Her baby was placed immediately on her mother's chest and was moved to her room with her. They have roomed-in and slept-in since.
P.S.: The doctor asked for the name of the woman who recommended this position. The x-ray was then labeled "Mary Jo"!
The medical rationalization for elective cesarean section is a pathological fear of labor and delivery. It has been documented that there are women for whom labor and delivery causes a hysterical reaction. Elective cesarean section is offered as a solution.
The pathological fear of hospitals, however, has yet to be recognized and defined as a disease state. Most midwives will at one time or another encounter women who arrive at the hospital in active labor, and yet the contractions stop almost immediately after arrival. An organized solution for these women has not been recognized or offered, nor has their condition even been recognized by the establishment. For those women, a rational solution would be a safe planned homebirth with experienced practitioners.
Hopefully researchers will soon document the frequency of pathologic fear of hospitals and formally suggest solutions for these women, just as doctors have suggested solutions for a pathological fear of birth.
— Judy Slome Cohain, CNM, MSN
Regardless of the official government stance on HIV, the fact is that HIV never made anyone seriously ill, no one ever died of HIV who wasn't also taking antiretroviral drugs, and that thousands of people have died of AIDS who never had HIV. There is no proof that HIV causes, or leads to, AIDS. Africans who purportedly have HIV also have all the symptoms of the age-old African problems stemming from poverty: malnutrition and non-potable water. The fact is that the NIH/CDC, politicians and pharmaceutical companies have entered into a pact to feather their nests at the expense of taxpayers. If people happen to die from allowing themselves to be misinformed, well, caveat emptor. Read anything by Peter Duesburg; start with "Inventing the AIDS Virus" (1996, Regnery Press); read the other books, articles, etc. listed on www.virusmyth.org. Read Christine Maggiore's "What if Everything You Thought You Knew about AIDS Was Wrong"; visit her Web site. No one, alas, has prohibited public health departments from promulgating lies. Yes, this probably puts clinicians such as CNMs, who have to follow their standard of care/protocols, in an awkward spot; they have my sympathy.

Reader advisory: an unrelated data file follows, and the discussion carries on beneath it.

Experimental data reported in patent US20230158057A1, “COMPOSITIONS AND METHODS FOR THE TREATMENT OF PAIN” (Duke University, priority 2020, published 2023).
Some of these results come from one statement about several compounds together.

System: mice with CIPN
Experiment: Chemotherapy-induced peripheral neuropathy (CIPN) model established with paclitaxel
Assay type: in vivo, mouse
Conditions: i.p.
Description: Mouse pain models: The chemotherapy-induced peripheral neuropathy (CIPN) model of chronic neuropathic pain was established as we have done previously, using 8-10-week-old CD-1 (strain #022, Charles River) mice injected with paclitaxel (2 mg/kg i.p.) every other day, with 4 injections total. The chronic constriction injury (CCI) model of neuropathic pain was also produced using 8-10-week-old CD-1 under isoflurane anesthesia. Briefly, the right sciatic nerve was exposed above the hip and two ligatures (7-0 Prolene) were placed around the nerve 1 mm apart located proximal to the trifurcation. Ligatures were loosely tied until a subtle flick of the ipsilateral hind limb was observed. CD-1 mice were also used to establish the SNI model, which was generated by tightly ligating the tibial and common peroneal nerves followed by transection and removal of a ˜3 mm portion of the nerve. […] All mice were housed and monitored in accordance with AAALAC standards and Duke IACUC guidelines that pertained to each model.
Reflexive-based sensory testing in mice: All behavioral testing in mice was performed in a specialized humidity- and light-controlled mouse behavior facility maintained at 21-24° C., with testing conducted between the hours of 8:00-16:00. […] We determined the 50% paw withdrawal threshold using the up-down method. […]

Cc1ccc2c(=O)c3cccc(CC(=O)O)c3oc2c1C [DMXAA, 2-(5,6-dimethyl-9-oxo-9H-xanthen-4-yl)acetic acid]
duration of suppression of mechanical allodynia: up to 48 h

— Jill Herendeen, ICBE
A maternity T-shirt that has been available at Target stores nationwide carries the message, "An Epidural Is in My Future." I am president of the birth network Birth Alliance of Central California. We sincerely support every woman's choice in childbirth; however, we cannot support the advertisement of a medical procedure without informing consumers of its risks.
We're concerned about how advertising a serious medical intervention (one that comes with medical side effects, affects birth outcomes and can be an obstacle to the initiation of breastfeeding) as a benign occurrence in maternity care, without stating that choosing this intervention requires deep thought and informed choice, demonstrates a complete disregard and lack of responsibility to the consumer.